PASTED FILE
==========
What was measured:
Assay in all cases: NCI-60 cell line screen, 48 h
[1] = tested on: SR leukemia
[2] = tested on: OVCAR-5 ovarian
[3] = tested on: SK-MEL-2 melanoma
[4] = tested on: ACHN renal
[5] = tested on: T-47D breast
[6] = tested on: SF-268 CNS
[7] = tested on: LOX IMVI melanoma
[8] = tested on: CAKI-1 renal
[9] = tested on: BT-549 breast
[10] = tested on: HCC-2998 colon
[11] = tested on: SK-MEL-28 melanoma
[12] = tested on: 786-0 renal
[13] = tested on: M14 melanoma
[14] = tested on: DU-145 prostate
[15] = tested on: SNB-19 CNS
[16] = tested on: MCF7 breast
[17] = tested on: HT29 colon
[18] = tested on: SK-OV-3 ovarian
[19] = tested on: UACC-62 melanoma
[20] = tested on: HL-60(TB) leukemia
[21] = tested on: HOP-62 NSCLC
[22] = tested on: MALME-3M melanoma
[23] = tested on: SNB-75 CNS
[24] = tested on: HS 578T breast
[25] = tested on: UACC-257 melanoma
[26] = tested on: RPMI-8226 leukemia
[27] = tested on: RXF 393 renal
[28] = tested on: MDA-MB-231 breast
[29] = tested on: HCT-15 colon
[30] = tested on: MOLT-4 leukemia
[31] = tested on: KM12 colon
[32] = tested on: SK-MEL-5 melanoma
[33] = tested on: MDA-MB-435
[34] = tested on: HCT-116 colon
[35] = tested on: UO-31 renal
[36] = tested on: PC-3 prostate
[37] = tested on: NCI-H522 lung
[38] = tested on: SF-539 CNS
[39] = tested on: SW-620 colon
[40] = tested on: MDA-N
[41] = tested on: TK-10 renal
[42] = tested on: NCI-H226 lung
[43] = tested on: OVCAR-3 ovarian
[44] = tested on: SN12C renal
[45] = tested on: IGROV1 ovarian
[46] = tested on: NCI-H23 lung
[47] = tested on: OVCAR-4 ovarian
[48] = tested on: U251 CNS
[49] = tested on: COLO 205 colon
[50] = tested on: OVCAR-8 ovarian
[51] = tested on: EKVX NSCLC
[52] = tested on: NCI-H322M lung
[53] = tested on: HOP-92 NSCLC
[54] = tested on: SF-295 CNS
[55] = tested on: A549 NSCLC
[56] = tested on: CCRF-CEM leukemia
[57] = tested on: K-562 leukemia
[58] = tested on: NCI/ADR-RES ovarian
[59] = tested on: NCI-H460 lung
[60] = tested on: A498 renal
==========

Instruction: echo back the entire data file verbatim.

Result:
What was measured:
Assay in all cases: NCI-60 cell line screen, 48 h
[1] = tested on: SR leukemia
[2] = tested on: OVCAR-5 ovarian
[3] = tested on: SK-MEL-2 melanoma
[4] = tested on: ACHN renal
[5] = tested on: T-47D breast
[6] = tested on: SF-268 CNS
[7] = tested on: LOX IMVI melanoma
[8] = tested on: CAKI-1 renal
[9] = tested on: BT-549 breast
[10] = tested on: HCC-2998 colon
[11] = tested on: SK-MEL-28 melanoma
[12] = tested on: 786-0 renal
[13] = tested on: M14 melanoma
[14] = tested on: DU-145 prostate
[15] = tested on: SNB-19 CNS
[16] = tested on: MCF7 breast
[17] = tested on: HT29 colon
[18] = tested on: SK-OV-3 ovarian
[19] = tested on: UACC-62 melanoma
[20] = tested on: HL-60(TB) leukemia
[21] = tested on: HOP-62 NSCLC
[22] = tested on: MALME-3M melanoma
[23] = tested on: SNB-75 CNS
[24] = tested on: HS 578T breast
[25] = tested on: UACC-257 melanoma
[26] = tested on: RPMI-8226 leukemia
[27] = tested on: RXF 393 renal
[28] = tested on: MDA-MB-231 breast
[29] = tested on: HCT-15 colon
[30] = tested on: MOLT-4 leukemia
[31] = tested on: KM12 colon
[32] = tested on: SK-MEL-5 melanoma
[33] = tested on: MDA-MB-435
[34] = tested on: HCT-116 colon
[35] = tested on: UO-31 renal
[36] = tested on: PC-3 prostate
[37] = tested on: NCI-H522 lung
[38] = tested on: SF-539 CNS
[39] = tested on: SW-620 colon
[40] = tested on: MDA-N
[41] = tested on: TK-10 renal
[42] = tested on: NCI-H226 lung
[43] = tested on: OVCAR-3 ovarian
[44] = tested on: SN12C renal
[45] = tested on: IGROV1 ovarian
[46] = tested on: NCI-H23 lung
[47] = tested on: OVCAR-4 ovarian
[48] = tested on: U251 CNS
[49] = tested on: COLO 205 colon
[50] = tested on: OVCAR-8 ovarian
[51] = tested on: EKVX NSCLC
[52] = tested on: NCI-H322M lung
[53] = tested on: HOP-92 NSCLC
[54] = tested on: SF-295 CNS
[55] = tested on: A549 NSCLC
[56] = tested on: CCRF-CEM leukemia
[57] = tested on: K-562 leukemia
[58] = tested on: NCI/ADR-RES ovarian
[59] = tested on: NCI-H460 lung
[60] = tested on: A498 renal